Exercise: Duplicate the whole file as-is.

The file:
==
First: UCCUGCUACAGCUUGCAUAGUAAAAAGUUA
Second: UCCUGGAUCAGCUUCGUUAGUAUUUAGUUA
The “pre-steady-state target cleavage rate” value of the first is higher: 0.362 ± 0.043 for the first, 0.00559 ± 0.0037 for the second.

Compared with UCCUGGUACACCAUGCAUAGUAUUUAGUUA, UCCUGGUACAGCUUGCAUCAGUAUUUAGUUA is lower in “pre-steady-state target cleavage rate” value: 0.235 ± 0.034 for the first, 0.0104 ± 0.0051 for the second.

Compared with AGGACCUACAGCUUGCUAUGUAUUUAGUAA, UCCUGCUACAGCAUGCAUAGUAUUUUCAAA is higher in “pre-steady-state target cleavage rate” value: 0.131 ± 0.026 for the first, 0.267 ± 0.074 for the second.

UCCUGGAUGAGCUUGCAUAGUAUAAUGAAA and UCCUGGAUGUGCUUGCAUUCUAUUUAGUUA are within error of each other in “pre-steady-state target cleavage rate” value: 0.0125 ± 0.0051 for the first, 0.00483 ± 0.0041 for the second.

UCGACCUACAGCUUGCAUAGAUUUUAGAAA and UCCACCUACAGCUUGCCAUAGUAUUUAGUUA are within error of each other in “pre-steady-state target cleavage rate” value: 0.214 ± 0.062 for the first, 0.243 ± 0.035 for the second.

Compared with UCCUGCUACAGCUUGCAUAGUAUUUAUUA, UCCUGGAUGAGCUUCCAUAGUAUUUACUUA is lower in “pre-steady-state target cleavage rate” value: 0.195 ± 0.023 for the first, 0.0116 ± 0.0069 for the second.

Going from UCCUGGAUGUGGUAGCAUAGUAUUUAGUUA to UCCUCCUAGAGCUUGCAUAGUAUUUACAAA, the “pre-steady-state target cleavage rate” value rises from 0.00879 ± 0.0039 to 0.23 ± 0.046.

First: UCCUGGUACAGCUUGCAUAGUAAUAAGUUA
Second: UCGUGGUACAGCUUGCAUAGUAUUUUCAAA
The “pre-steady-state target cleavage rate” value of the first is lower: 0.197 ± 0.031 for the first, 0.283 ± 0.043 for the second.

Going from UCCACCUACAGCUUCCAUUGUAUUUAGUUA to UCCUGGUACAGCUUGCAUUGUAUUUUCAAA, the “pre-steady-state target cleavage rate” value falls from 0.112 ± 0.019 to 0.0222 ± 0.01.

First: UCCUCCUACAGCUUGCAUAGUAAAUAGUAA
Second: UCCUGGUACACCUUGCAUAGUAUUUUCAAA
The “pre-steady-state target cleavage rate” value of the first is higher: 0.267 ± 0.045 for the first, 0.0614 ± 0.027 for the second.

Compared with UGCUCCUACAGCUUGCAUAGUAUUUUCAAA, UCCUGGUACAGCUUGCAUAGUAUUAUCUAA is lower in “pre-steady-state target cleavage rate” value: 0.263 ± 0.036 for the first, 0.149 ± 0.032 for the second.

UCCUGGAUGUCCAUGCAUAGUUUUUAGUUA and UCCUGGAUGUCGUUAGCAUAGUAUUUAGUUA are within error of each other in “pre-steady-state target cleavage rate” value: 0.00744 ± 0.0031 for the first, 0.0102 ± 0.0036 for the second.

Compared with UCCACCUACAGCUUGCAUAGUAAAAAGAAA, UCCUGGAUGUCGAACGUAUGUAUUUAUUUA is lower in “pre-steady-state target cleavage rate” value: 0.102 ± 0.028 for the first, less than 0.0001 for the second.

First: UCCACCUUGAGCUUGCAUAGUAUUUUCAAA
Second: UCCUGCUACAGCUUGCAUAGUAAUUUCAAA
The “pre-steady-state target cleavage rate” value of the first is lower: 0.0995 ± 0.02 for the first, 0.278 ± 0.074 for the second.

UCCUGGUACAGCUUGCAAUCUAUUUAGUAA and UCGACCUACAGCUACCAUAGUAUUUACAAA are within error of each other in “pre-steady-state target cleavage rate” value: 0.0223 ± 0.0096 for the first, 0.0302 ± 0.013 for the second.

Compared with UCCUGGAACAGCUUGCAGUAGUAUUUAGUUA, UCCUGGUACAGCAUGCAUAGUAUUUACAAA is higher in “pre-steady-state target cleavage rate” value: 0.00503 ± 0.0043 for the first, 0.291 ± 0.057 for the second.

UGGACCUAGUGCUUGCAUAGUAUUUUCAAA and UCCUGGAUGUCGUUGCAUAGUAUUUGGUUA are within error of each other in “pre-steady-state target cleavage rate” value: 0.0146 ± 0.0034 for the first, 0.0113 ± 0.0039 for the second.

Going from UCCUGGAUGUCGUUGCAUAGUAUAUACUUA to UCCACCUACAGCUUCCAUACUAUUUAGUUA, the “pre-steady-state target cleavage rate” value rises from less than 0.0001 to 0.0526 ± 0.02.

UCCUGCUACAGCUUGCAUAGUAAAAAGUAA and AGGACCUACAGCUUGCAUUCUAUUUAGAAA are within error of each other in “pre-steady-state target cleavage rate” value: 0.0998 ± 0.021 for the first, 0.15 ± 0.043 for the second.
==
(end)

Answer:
First: UCCUGCUACAGCUUGCAUAGUAAAAAGUUA
Second: UCCUGGAUCAGCUUCGUUAGUAUUUAGUUA
The “pre-steady-state target cleavage rate” value of the first is higher: 0.362 ± 0.043 for the first, 0.00559 ± 0.0037 for the second.

Compared with UCCUGGUACACCAUGCAUAGUAUUUAGUUA, UCCUGGUACAGCUUGCAUCAGUAUUUAGUUA is lower in “pre-steady-state target cleavage rate” value: 0.235 ± 0.034 for the first, 0.0104 ± 0.0051 for the second.

Compared with AGGACCUACAGCUUGCUAUGUAUUUAGUAA, UCCUGCUACAGCAUGCAUAGUAUUUUCAAA is higher in “pre-steady-state target cleavage rate” value: 0.131 ± 0.026 for the first, 0.267 ± 0.074 for the second.

UCCUGGAUGAGCUUGCAUAGUAUAAUGAAA and UCCUGGAUGUGCUUGCAUUCUAUUUAGUUA are within error of each other in “pre-steady-state target cleavage rate” value: 0.0125 ± 0.0051 for the first, 0.00483 ± 0.0041 for the second.

UCGACCUACAGCUUGCAUAGAUUUUAGAAA and UCCACCUACAGCUUGCCAUAGUAUUUAGUUA are within error of each other in “pre-steady-state target cleavage rate” value: 0.214 ± 0.062 for the first, 0.243 ± 0.035 for the second.

Compared with UCCUGCUACAGCUUGCAUAGUAUUUAUUA, UCCUGGAUGAGCUUCCAUAGUAUUUACUUA is lower in “pre-steady-state target cleavage rate” value: 0.195 ± 0.023 for the first, 0.0116 ± 0.0069 for the second.

Going from UCCUGGAUGUGGUAGCAUAGUAUUUAGUUA to UCCUCCUAGAGCUUGCAUAGUAUUUACAAA, the “pre-steady-state target cleavage rate” value rises from 0.00879 ± 0.0039 to 0.23 ± 0.046.

First: UCCUGGUACAGCUUGCAUAGUAAUAAGUUA
Second: UCGUGGUACAGCUUGCAUAGUAUUUUCAAA
The “pre-steady-state target cleavage rate” value of the first is lower: 0.197 ± 0.031 for the first, 0.283 ± 0.043 for the second.

Going from UCCACCUACAGCUUCCAUUGUAUUUAGUUA to UCCUGGUACAGCUUGCAUUGUAUUUUCAAA, the “pre-steady-state target cleavage rate” value falls from 0.112 ± 0.019 to 0.0222 ± 0.01.

First: UCCUCCUACAGCUUGCAUAGUAAAUAGUAA
Second: UCCUGGUACACCUUGCAUAGUAUUUUCAAA
The “pre-steady-state target cleavage rate” value of the first is higher: 0.267 ± 0.045 for the first, 0.0614 ± 0.027 for the second.

Compared with UGCUCCUACAGCUUGCAUAGUAUUUUCAAA, UCCUGGUACAGCUUGCAUAGUAUUAUCUAA is lower in “pre-steady-state target cleavage rate” value: 0.263 ± 0.036 for the first, 0.149 ± 0.032 for the second.

UCCUGGAUGUCCAUGCAUAGUUUUUAGUUA and UCCUGGAUGUCGUUAGCAUAGUAUUUAGUUA are within error of each other in “pre-steady-state target cleavage rate” value: 0.00744 ± 0.0031 for the first, 0.0102 ± 0.0036 for the second.

Compared with UCCACCUACAGCUUGCAUAGUAAAAAGAAA, UCCUGGAUGUCGAACGUAUGUAUUUAUUUA is lower in “pre-steady-state target cleavage rate” value: 0.102 ± 0.028 for the first, less than 0.0001 for the second.

First: UCCACCUUGAGCUUGCAUAGUAUUUUCAAA
Second: UCCUGCUACAGCUUGCAUAGUAAUUUCAAA
The “pre-steady-state target cleavage rate” value of the first is lower: 0.0995 ± 0.02 for the first, 0.278 ± 0.074 for the second.

UCCUGGUACAGCUUGCAAUCUAUUUAGUAA and UCGACCUACAGCUACCAUAGUAUUUACAAA are within error of each other in “pre-steady-state target cleavage rate” value: 0.0223 ± 0.0096 for the first, 0.0302 ± 0.013 for the second.

Compared with UCCUGGAACAGCUUGCAGUAGUAUUUAGUUA, UCCUGGUACAGCAUGCAUAGUAUUUACAAA is higher in “pre-steady-state target cleavage rate” value: 0.00503 ± 0.0043 for the first, 0.291 ± 0.057 for the second.

UGGACCUAGUGCUUGCAUAGUAUUUUCAAA and UCCUGGAUGUCGUUGCAUAGUAUUUGGUUA are within error of each other in “pre-steady-state target cleavage rate” value: 0.0146 ± 0.0034 for the first, 0.0113 ± 0.0039 for the second.

Going from UCCUGGAUGUCGUUGCAUAGUAUAUACUUA to UCCACCUACAGCUUCCAUACUAUUUAGUUA, the “pre-steady-state target cleavage rate” value rises from less than 0.0001 to 0.0526 ± 0.02.

UCCUGCUACAGCUUGCAUAGUAAAAAGUAA and AGGACCUACAGCUUGCAUUCUAUUUAGAAA are within error of each other in “pre-steady-state target cleavage rate” value: 0.0998 ± 0.021 for the first, 0.15 ± 0.043 for the second.